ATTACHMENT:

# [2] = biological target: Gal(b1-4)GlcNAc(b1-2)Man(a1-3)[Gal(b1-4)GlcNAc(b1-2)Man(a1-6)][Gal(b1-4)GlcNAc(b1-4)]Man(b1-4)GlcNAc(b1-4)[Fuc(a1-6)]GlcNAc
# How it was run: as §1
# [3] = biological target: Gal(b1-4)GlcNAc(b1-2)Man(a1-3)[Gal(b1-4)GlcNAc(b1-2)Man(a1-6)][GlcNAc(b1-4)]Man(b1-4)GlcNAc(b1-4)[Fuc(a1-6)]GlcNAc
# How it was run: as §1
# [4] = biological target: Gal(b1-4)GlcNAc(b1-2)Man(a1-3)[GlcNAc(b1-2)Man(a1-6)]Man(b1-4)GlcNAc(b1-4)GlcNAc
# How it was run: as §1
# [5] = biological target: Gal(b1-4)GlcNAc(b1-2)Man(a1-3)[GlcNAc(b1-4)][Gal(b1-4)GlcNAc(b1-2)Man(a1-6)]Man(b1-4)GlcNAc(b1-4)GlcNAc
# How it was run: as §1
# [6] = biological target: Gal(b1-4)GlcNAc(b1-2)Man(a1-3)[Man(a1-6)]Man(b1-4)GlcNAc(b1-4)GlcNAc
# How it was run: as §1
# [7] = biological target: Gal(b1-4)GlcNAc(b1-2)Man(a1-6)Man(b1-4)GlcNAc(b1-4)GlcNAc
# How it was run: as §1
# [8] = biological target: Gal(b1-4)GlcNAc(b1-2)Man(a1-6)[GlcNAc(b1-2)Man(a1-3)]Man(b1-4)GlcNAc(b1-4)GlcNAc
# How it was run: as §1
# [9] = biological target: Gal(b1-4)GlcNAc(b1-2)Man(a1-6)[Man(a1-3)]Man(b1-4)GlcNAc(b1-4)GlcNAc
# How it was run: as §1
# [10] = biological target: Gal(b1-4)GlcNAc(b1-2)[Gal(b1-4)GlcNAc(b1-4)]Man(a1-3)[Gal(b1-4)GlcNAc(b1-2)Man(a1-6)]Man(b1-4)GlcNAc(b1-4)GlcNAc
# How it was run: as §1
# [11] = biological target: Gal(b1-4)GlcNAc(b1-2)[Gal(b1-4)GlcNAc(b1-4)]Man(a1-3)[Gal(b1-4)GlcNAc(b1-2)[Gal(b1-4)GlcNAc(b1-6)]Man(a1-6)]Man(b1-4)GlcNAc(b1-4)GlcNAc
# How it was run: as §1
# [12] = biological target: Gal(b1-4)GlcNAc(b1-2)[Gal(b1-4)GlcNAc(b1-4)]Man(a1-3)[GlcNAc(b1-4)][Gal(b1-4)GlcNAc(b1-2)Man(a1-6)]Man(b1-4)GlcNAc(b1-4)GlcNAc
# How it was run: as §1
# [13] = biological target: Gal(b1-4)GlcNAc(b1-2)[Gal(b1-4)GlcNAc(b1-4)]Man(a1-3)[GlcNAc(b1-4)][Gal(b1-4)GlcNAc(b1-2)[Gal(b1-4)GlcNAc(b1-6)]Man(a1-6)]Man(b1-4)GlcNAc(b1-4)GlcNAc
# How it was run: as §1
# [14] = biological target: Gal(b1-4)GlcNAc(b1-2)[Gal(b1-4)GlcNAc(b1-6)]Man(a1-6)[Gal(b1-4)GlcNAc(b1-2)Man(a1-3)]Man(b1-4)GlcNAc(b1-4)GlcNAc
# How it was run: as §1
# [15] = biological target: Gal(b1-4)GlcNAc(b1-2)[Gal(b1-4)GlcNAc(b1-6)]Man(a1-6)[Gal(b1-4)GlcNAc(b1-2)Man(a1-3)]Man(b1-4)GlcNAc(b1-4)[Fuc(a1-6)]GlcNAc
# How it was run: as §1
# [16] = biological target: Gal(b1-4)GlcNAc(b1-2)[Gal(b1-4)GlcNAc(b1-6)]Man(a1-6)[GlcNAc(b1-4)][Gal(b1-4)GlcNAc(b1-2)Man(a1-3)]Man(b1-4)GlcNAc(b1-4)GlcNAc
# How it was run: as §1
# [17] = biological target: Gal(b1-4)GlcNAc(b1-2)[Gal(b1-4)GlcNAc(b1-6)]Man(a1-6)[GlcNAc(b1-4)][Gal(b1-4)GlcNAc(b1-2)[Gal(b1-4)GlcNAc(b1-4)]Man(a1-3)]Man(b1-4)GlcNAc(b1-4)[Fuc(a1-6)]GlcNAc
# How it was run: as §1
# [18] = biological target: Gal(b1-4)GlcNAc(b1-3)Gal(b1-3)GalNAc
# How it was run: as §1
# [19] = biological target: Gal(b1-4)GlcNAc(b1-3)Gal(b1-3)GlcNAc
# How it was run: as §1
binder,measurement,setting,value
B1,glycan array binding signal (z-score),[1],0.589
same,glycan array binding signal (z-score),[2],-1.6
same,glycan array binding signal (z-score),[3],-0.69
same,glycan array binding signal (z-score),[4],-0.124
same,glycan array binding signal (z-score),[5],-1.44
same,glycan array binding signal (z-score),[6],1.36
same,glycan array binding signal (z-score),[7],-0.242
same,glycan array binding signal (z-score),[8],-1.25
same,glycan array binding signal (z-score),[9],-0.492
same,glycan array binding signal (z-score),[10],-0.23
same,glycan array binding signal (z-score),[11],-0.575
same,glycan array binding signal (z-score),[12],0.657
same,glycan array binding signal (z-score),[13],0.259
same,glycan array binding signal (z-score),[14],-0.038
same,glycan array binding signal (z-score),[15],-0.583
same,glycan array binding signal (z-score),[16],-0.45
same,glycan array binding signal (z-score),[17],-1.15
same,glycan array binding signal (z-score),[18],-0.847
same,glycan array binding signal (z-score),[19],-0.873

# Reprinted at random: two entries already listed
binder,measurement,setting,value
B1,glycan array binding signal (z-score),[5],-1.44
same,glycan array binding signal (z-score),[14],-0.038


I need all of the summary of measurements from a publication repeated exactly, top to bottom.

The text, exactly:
# [2] = biological target: Gal(b1-4)GlcNAc(b1-2)Man(a1-3)[Gal(b1-4)GlcNAc(b1-2)Man(a1-6)][Gal(b1-4)GlcNAc(b1-4)]Man(b1-4)GlcNAc(b1-4)[Fuc(a1-6)]GlcNAc
# How it was run: as §1
# [3] = biological target: Gal(b1-4)GlcNAc(b1-2)Man(a1-3)[Gal(b1-4)GlcNAc(b1-2)Man(a1-6)][GlcNAc(b1-4)]Man(b1-4)GlcNAc(b1-4)[Fuc(a1-6)]GlcNAc
# How it was run: as §1
# [4] = biological target: Gal(b1-4)GlcNAc(b1-2)Man(a1-3)[GlcNAc(b1-2)Man(a1-6)]Man(b1-4)GlcNAc(b1-4)GlcNAc
# How it was run: as §1
# [5] = biological target: Gal(b1-4)GlcNAc(b1-2)Man(a1-3)[GlcNAc(b1-4)][Gal(b1-4)GlcNAc(b1-2)Man(a1-6)]Man(b1-4)GlcNAc(b1-4)GlcNAc
# How it was run: as §1
# [6] = biological target: Gal(b1-4)GlcNAc(b1-2)Man(a1-3)[Man(a1-6)]Man(b1-4)GlcNAc(b1-4)GlcNAc
# How it was run: as §1
# [7] = biological target: Gal(b1-4)GlcNAc(b1-2)Man(a1-6)Man(b1-4)GlcNAc(b1-4)GlcNAc
# How it was run: as §1
# [8] = biological target: Gal(b1-4)GlcNAc(b1-2)Man(a1-6)[GlcNAc(b1-2)Man(a1-3)]Man(b1-4)GlcNAc(b1-4)GlcNAc
# How it was run: as §1
# [9] = biological target: Gal(b1-4)GlcNAc(b1-2)Man(a1-6)[Man(a1-3)]Man(b1-4)GlcNAc(b1-4)GlcNAc
# How it was run: as §1
# [10] = biological target: Gal(b1-4)GlcNAc(b1-2)[Gal(b1-4)GlcNAc(b1-4)]Man(a1-3)[Gal(b1-4)GlcNAc(b1-2)Man(a1-6)]Man(b1-4)GlcNAc(b1-4)GlcNAc
# How it was run: as §1
# [11] = biological target: Gal(b1-4)GlcNAc(b1-2)[Gal(b1-4)GlcNAc(b1-4)]Man(a1-3)[Gal(b1-4)GlcNAc(b1-2)[Gal(b1-4)GlcNAc(b1-6)]Man(a1-6)]Man(b1-4)GlcNAc(b1-4)GlcNAc
# How it was run: as §1
# [12] = biological target: Gal(b1-4)GlcNAc(b1-2)[Gal(b1-4)GlcNAc(b1-4)]Man(a1-3)[GlcNAc(b1-4)][Gal(b1-4)GlcNAc(b1-2)Man(a1-6)]Man(b1-4)GlcNAc(b1-4)GlcNAc
# How it was run: as §1
# [13] = biological target: Gal(b1-4)GlcNAc(b1-2)[Gal(b1-4)GlcNAc(b1-4)]Man(a1-3)[GlcNAc(b1-4)][Gal(b1-4)GlcNAc(b1-2)[Gal(b1-4)GlcNAc(b1-6)]Man(a1-6)]Man(b1-4)GlcNAc(b1-4)GlcNAc
# How it was run: as §1
# [14] = biological target: Gal(b1-4)GlcNAc(b1-2)[Gal(b1-4)GlcNAc(b1-6)]Man(a1-6)[Gal(b1-4)GlcNAc(b1-2)Man(a1-3)]Man(b1-4)GlcNAc(b1-4)GlcNAc
# How it was run: as §1
# [15] = biological target: Gal(b1-4)GlcNAc(b1-2)[Gal(b1-4)GlcNAc(b1-6)]Man(a1-6)[Gal(b1-4)GlcNAc(b1-2)Man(a1-3)]Man(b1-4)GlcNAc(b1-4)[Fuc(a1-6)]GlcNAc
# How it was run: as §1
# [16] = biological target: Gal(b1-4)GlcNAc(b1-2)[Gal(b1-4)GlcNAc(b1-6)]Man(a1-6)[GlcNAc(b1-4)][Gal(b1-4)GlcNAc(b1-2)Man(a1-3)]Man(b1-4)GlcNAc(b1-4)GlcNAc
# How it was run: as §1
# [17] = biological target: Gal(b1-4)GlcNAc(b1-2)[Gal(b1-4)GlcNAc(b1-6)]Man(a1-6)[GlcNAc(b1-4)][Gal(b1-4)GlcNAc(b1-2)[Gal(b1-4)GlcNAc(b1-4)]Man(a1-3)]Man(b1-4)GlcNAc(b1-4)[Fuc(a1-6)]GlcNAc
# How it was run: as §1
# [18] = biological target: Gal(b1-4)GlcNAc(b1-3)Gal(b1-3)GalNAc
# How it was run: as §1
# [19] = biological target: Gal(b1-4)GlcNAc(b1-3)Gal(b1-3)GlcNAc
# How it was run: as §1
binder,measurement,setting,value
B1,glycan array binding signal (z-score),[1],0.589
same,glycan array binding signal (z-score),[2],-1.6
same,glycan array binding signal (z-score),[3],-0.69
same,glycan array binding signal (z-score),[4],-0.124
same,glycan array binding signal (z-score),[5],-1.44
same,glycan array binding signal (z-score),[6],1.36
same,glycan array binding signal (z-score),[7],-0.242
same,glycan array binding signal (z-score),[8],-1.25
same,glycan array binding signal (z-score),[9],-0.492
same,glycan array binding signal (z-score),[10],-0.23
same,glycan array binding signal (z-score),[11],-0.575
same,glycan array binding signal (z-score),[12],0.657
same,glycan array binding signal (z-score),[13],0.259
same,glycan array binding signal (z-score),[14],-0.038
same,glycan array binding signal (z-score),[15],-0.583
same,glycan array binding signal (z-score),[16],-0.45
same,glycan array binding signal (z-score),[17],-1.15
same,glycan array binding signal (z-score),[18],-0.847
same,glycan array binding signal (z-score),[19],-0.873

# Reprinted at random: two entries already listed
binder,measurement,setting,value
B1,glycan array binding signal (z-score),[5],-1.44
same,glycan array binding signal (z-score),[14],-0.038